Jimmy Powell gave up.

He had lived at the Gift of Life house in Philadelphia for 15 months, waiting for a lung-liver double transplant.

The Alabama man arrived in Philadelphia with so much hope. The subject of an Inquirer story last year, he loved cooking barbecue for fellow residents. But waiting wore him out.

He went home last fall.

He's still on the transplant list, even though he's now 900 miles away. His University of Pennsylvania doctor made a rare exception for him.

Powell's situation underscores a cruel reality - with so few donors, waits can be long.

"We're pretty laidback down here in the South," Powell, 59, said by phone the other day from his home in Trinity, Ala., population 2,100. "We try not to get on edge. But waiting for a transplant is like being on the edge all the time. You have no control. You have no idea. Every day you're just waiting."

For decades, Powell fixed machinery at a GE refrigerator plant. He likes to fish. About 15 years ago he was diagnosed with a genetic disease, Alpha-1 antitrypsin deficiency. It ruined his liver and lungs.

For a decade, he was treated at Vanderbilt University, two hours from his home. But in summer 2013, when he needed a liver and lung transplant, he got wait-listed at the University of Pennsylvania, one of five U.S. hospitals doing lung-liver transplants.

He and his wife, Belinda, moved into the Gift of Life house at Fourth and Callowhill.

He made a home of it until he could no longer.

"Jimmy was to the point where he was ready to say totally forget transplant," his wife said. "He was sick of it. We watched literally 20 people die. We got close to people. We saw the families hurting after the death. It got to be an emotional roller-coaster ride."

"We're really thankful the house was there," she continued. "That's not even an issue. It's a godsend. But seeing people coming and going and getting transplants, and he's still waiting, that even got to be hard. Not that we begrudge anyone, it was just tough for us."

They had exhausted $43,000 in savings since his transplant journey began, and were $15,000 in debt.

Powell was ready to go home, maybe do some fishing, put fate in God's hands.

Donors scarce

Some facts:

More than 6,200 people in this region - eastern Pennsylvania, Delaware, and South Jersey, the area served by Gift of Life - are waiting for heart, lung, liver, or kidney transplants.

Last year, only 750 people in the area suffered brain death while their hearts still beat, making them possible heart, lung, and liver donors. Only 447 had agreed to donate or were suitable.

Since many gave multiple organs, 1,133 transplants were performed in the region last year. More than 2,300 people donated tissue, from bone to skin to corneas.

Last year, 236 people in the region died waiting for transplants and an additional 301 had their names removed from lists because they were deemed too sick.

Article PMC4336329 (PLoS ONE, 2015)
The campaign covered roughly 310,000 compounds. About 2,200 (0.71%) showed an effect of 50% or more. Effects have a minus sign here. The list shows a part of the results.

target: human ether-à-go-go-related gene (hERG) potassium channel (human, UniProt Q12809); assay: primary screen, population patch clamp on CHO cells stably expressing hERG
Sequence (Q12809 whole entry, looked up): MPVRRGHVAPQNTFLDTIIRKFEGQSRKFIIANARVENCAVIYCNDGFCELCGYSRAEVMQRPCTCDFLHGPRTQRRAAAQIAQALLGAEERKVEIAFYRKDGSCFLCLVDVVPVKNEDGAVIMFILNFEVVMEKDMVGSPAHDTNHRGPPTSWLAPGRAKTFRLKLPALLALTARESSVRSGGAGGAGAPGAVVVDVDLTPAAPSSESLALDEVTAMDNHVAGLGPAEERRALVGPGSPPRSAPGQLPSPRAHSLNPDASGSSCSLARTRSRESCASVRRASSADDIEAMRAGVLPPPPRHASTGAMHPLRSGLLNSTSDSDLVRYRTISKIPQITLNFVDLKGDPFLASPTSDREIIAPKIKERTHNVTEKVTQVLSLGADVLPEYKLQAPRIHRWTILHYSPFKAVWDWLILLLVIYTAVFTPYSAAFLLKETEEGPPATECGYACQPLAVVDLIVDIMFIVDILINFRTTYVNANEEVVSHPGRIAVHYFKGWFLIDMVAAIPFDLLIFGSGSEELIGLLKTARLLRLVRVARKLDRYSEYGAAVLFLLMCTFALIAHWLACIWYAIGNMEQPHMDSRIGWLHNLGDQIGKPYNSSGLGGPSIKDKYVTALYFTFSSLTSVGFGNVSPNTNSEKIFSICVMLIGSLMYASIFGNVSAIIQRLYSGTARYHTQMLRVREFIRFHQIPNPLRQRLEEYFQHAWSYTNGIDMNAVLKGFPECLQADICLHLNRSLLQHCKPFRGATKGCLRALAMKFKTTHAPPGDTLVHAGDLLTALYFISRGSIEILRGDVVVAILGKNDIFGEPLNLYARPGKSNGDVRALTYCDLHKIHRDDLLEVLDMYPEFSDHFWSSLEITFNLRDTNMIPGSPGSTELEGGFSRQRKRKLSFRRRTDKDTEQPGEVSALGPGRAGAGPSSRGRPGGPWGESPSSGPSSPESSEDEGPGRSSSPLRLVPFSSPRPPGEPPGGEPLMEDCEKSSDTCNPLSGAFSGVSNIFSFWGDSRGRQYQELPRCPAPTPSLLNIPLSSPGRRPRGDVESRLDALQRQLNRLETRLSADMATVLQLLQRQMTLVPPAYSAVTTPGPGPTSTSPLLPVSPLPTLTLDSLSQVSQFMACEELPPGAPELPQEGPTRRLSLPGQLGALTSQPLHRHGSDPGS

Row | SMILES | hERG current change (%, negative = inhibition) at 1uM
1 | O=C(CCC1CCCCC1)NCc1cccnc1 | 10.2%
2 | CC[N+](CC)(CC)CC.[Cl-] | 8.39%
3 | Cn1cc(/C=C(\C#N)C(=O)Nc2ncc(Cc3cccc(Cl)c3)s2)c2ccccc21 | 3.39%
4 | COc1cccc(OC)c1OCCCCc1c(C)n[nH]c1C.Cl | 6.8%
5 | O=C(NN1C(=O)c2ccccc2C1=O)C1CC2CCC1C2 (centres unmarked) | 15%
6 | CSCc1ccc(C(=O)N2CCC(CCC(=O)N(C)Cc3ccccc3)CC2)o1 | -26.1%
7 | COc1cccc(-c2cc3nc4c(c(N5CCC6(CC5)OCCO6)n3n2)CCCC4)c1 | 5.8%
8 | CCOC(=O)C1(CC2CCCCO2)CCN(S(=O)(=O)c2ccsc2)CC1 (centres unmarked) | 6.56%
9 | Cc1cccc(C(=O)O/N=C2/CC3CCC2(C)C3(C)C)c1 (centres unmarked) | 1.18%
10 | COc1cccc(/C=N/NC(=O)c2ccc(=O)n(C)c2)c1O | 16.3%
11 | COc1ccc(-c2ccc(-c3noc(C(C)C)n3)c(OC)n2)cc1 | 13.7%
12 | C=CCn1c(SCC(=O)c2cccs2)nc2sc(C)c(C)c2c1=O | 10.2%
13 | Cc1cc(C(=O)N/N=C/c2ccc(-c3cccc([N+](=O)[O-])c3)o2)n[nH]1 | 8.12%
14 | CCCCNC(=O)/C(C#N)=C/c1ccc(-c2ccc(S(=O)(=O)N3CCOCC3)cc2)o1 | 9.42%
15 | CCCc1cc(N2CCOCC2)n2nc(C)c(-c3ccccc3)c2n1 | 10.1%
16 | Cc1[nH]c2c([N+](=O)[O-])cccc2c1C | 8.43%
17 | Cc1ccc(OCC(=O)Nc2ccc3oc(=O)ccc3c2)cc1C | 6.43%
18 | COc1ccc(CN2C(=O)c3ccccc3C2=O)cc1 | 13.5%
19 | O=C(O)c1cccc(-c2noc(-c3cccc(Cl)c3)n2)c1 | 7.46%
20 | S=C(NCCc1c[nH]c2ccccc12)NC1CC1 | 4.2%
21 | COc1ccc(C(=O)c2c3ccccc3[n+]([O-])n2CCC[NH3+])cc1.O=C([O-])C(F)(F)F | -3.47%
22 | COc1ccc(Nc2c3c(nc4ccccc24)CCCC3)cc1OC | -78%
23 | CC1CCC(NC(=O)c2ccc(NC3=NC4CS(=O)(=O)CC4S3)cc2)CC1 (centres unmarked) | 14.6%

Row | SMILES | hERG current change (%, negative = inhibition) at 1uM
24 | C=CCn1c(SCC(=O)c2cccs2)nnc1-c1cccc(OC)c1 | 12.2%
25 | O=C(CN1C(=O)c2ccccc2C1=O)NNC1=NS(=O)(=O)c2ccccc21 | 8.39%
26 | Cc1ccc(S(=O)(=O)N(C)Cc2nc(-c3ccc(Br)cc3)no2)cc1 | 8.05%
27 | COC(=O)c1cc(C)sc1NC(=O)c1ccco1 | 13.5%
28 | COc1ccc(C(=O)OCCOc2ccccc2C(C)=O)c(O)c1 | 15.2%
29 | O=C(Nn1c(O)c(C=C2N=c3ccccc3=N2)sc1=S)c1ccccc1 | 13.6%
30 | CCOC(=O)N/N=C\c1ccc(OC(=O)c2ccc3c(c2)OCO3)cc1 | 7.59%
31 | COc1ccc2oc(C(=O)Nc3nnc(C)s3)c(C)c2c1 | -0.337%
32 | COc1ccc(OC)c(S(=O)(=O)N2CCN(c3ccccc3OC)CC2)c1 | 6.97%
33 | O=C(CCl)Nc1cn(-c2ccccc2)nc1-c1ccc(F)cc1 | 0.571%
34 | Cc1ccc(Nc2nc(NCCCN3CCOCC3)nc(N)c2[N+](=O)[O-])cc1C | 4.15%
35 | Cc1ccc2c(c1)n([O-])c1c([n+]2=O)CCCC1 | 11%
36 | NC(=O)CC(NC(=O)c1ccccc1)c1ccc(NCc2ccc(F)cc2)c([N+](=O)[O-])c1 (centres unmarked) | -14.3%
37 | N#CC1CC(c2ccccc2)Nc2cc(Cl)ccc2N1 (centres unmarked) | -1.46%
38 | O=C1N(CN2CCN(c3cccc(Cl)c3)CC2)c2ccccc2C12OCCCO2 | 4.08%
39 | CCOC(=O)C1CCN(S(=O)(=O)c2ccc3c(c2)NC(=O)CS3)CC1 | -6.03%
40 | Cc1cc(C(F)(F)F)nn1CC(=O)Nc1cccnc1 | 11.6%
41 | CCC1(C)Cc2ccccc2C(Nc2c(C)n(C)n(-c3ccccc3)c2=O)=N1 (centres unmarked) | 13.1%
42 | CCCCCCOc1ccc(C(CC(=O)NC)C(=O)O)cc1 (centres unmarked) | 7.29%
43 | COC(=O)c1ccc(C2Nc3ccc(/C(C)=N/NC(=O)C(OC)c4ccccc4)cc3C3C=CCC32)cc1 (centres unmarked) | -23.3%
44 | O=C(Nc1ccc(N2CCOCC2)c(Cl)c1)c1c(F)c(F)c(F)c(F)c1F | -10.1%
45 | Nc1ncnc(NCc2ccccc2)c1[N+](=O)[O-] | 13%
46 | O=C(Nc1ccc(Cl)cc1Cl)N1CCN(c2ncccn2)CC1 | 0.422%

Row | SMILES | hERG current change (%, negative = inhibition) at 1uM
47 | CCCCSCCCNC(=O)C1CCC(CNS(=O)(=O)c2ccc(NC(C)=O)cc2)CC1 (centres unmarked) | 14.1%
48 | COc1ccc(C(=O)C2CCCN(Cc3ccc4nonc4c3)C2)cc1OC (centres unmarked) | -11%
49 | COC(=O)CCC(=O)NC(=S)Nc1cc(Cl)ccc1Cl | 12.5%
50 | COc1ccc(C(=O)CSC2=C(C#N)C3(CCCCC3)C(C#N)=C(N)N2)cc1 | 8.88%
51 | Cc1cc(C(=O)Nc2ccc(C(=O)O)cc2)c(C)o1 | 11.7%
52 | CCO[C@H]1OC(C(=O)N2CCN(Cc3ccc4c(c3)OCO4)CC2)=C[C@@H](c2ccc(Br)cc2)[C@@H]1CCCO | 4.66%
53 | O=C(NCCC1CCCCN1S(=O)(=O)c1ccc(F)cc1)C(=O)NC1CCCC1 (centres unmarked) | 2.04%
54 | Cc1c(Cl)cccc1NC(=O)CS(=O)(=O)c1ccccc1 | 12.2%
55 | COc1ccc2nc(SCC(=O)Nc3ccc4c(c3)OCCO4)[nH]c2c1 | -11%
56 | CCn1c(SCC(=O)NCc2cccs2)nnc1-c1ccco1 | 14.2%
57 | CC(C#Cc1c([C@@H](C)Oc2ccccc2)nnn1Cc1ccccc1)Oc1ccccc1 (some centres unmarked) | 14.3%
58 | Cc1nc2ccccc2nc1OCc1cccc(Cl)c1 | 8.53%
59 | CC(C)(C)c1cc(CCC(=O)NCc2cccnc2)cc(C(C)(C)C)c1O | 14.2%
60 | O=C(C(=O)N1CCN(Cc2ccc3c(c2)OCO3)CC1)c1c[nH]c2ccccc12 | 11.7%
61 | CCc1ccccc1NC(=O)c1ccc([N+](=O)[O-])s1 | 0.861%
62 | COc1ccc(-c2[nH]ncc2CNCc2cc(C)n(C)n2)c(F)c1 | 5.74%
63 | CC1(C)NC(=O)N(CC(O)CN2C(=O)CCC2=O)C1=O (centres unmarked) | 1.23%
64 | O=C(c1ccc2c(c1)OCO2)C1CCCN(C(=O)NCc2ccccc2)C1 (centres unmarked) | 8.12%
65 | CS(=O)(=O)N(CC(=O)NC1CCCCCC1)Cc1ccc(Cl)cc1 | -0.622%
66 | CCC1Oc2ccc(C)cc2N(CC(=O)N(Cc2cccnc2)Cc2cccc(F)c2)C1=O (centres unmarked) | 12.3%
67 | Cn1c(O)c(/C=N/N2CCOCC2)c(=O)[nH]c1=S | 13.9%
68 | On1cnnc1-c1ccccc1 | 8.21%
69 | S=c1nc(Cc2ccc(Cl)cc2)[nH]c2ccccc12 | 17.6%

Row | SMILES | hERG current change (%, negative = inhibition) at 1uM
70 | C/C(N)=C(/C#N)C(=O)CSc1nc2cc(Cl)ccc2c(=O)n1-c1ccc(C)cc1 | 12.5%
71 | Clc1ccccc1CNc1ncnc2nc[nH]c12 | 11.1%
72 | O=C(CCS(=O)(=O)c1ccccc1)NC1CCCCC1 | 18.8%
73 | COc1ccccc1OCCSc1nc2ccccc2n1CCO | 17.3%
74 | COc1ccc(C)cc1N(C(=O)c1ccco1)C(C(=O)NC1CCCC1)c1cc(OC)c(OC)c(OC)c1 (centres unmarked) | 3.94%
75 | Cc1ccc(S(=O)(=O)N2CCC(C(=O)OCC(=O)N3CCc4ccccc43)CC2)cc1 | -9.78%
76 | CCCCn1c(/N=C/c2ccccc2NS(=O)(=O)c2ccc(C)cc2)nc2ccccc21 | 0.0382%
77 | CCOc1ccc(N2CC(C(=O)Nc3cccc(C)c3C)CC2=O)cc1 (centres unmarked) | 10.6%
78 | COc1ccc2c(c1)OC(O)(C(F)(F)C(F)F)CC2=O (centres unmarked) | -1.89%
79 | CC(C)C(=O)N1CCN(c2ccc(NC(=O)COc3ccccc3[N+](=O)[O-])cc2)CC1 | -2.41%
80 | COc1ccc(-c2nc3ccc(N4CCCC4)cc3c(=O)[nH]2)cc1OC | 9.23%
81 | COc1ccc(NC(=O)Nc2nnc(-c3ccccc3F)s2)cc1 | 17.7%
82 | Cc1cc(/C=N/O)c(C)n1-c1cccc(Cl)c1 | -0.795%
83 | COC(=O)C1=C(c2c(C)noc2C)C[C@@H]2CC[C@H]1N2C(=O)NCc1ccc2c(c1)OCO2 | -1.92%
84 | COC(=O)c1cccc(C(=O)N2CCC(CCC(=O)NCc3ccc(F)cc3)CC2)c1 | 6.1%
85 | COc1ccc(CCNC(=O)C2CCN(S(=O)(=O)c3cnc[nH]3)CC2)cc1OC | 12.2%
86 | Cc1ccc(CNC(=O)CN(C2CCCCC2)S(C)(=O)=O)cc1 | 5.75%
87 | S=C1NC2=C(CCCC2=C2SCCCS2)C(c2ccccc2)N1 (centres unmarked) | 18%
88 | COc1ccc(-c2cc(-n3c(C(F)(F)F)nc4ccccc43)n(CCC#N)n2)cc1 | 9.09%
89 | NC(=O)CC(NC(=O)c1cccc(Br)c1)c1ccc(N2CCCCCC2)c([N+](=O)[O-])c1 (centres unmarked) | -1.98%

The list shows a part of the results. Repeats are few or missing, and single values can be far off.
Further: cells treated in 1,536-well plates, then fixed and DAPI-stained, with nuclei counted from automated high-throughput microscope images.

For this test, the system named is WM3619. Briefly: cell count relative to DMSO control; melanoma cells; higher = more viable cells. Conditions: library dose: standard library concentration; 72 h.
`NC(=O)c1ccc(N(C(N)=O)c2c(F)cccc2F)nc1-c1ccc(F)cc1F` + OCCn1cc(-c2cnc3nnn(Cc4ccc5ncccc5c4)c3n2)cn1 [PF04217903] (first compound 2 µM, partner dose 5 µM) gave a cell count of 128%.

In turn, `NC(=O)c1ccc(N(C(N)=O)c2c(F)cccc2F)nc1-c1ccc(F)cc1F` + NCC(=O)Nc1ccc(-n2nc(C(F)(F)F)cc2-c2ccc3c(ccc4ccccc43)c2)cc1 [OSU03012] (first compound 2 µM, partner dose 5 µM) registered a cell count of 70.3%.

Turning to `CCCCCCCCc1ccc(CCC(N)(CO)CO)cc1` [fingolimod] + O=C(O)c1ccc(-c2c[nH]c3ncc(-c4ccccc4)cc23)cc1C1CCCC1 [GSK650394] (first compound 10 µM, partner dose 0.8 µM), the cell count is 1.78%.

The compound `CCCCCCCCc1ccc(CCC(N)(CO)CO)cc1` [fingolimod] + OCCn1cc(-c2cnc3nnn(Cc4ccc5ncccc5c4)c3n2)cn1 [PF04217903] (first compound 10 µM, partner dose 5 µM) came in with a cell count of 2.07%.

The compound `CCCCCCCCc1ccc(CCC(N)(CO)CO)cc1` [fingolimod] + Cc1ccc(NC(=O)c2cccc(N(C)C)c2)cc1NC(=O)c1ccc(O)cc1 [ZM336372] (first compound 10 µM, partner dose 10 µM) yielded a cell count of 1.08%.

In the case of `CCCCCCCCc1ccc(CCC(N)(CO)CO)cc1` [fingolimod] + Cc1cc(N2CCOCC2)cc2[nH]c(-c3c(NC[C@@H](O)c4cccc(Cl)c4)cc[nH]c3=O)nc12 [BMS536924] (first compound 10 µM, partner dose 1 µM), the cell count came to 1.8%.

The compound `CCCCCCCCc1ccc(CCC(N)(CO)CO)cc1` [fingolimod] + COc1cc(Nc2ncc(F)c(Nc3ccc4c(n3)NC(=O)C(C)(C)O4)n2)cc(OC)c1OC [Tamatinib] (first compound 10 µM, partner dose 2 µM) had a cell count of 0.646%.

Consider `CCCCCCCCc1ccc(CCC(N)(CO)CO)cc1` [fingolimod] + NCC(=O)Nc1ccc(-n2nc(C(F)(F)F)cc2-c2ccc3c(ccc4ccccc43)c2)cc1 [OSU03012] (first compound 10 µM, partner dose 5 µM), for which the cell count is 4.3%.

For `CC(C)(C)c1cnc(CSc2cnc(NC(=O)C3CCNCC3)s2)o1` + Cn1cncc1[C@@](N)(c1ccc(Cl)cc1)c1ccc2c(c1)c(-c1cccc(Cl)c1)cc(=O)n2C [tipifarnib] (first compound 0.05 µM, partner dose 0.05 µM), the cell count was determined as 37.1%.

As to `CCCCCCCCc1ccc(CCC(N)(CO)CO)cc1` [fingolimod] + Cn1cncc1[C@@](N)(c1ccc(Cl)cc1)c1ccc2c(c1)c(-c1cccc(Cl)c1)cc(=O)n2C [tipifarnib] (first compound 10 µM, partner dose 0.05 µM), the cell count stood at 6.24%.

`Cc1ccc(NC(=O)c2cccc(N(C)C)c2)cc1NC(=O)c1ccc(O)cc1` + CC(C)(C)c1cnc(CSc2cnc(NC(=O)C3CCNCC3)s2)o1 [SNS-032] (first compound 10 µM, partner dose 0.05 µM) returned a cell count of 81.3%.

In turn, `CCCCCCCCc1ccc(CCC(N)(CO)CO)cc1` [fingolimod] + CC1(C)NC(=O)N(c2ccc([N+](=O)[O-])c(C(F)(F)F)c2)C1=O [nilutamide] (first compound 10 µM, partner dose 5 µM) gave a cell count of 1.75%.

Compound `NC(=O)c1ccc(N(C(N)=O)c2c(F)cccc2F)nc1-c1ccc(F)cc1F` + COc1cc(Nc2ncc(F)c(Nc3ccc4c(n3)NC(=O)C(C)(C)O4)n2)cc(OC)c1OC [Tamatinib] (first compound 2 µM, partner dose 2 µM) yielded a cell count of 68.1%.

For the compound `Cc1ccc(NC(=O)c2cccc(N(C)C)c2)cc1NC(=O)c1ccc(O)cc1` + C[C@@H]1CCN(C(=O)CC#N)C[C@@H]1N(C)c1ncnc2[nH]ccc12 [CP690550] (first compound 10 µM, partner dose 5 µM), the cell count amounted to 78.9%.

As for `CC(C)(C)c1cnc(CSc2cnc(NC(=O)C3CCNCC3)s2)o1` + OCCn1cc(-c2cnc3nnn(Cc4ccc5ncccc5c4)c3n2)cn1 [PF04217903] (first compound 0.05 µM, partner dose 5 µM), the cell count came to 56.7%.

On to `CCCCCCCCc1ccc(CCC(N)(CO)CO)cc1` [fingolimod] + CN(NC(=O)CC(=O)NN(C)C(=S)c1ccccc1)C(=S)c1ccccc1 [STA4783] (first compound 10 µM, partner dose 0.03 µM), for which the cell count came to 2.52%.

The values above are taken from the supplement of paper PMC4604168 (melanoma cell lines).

It costs Gift of Life $160 a night to house each family that stays there while waiting, but it charges each just $40, less if they can't afford that. "Nobody gets turned away," says Howard Nathan, head of Gift of Life.

Their last months the Powells paid $20 a night.

Still, it adds up over 15 months.

Waiting takes a toll

"It's not like I'm on my deathbed, and it seems like you have to be on your deathbed to get a transplant," Powell said.

He has just about one-fourth the usual lung capacity, said his transplant doctor, Vivek Ahya, at Penn. Difficult, but better than most of Ahya's patients.

"Everybody was in dire straits and I wasn't. Just sitting there and waiting and waiting and waiting. I couldn't do it anymore."

Belinda - who dated Jimmy in high school and only found him again later in life - couldn't let him quit. She called Ahya, and warned him.

"He was getting profoundly depressed being away from his family," said Ahya, who made the unusual decision to let his patient go home, while keeping him on the list. "He could wait another two or three years. The way he gets higher on the list is if he gets sicker."

Ahya said when lungs become available, Powell will also get the donor's liver.

A pilot who lives near the couple's home, part of the volunteer Angel Flight program, has agreed to get Powell back to Philadelphia for free whenever the transplant call should come.

Ahya says fewer than 100 lung-liver double transplants have been done, but the survival rate is 70 percent after a year, nearly as good as single-organ transplants.

Powell tries to do small projects at home - painting, cooking - but he's tied to oxygen, has little energy, and keeps getting infections. He has side effects from heavy steroids.

"One day it will happen," Powell said. "I'll wake up and I won't have this oxygen tube on my head or I'll be in heaven. One way or another I'll be all right."

215-854-5639 @MichaelVitez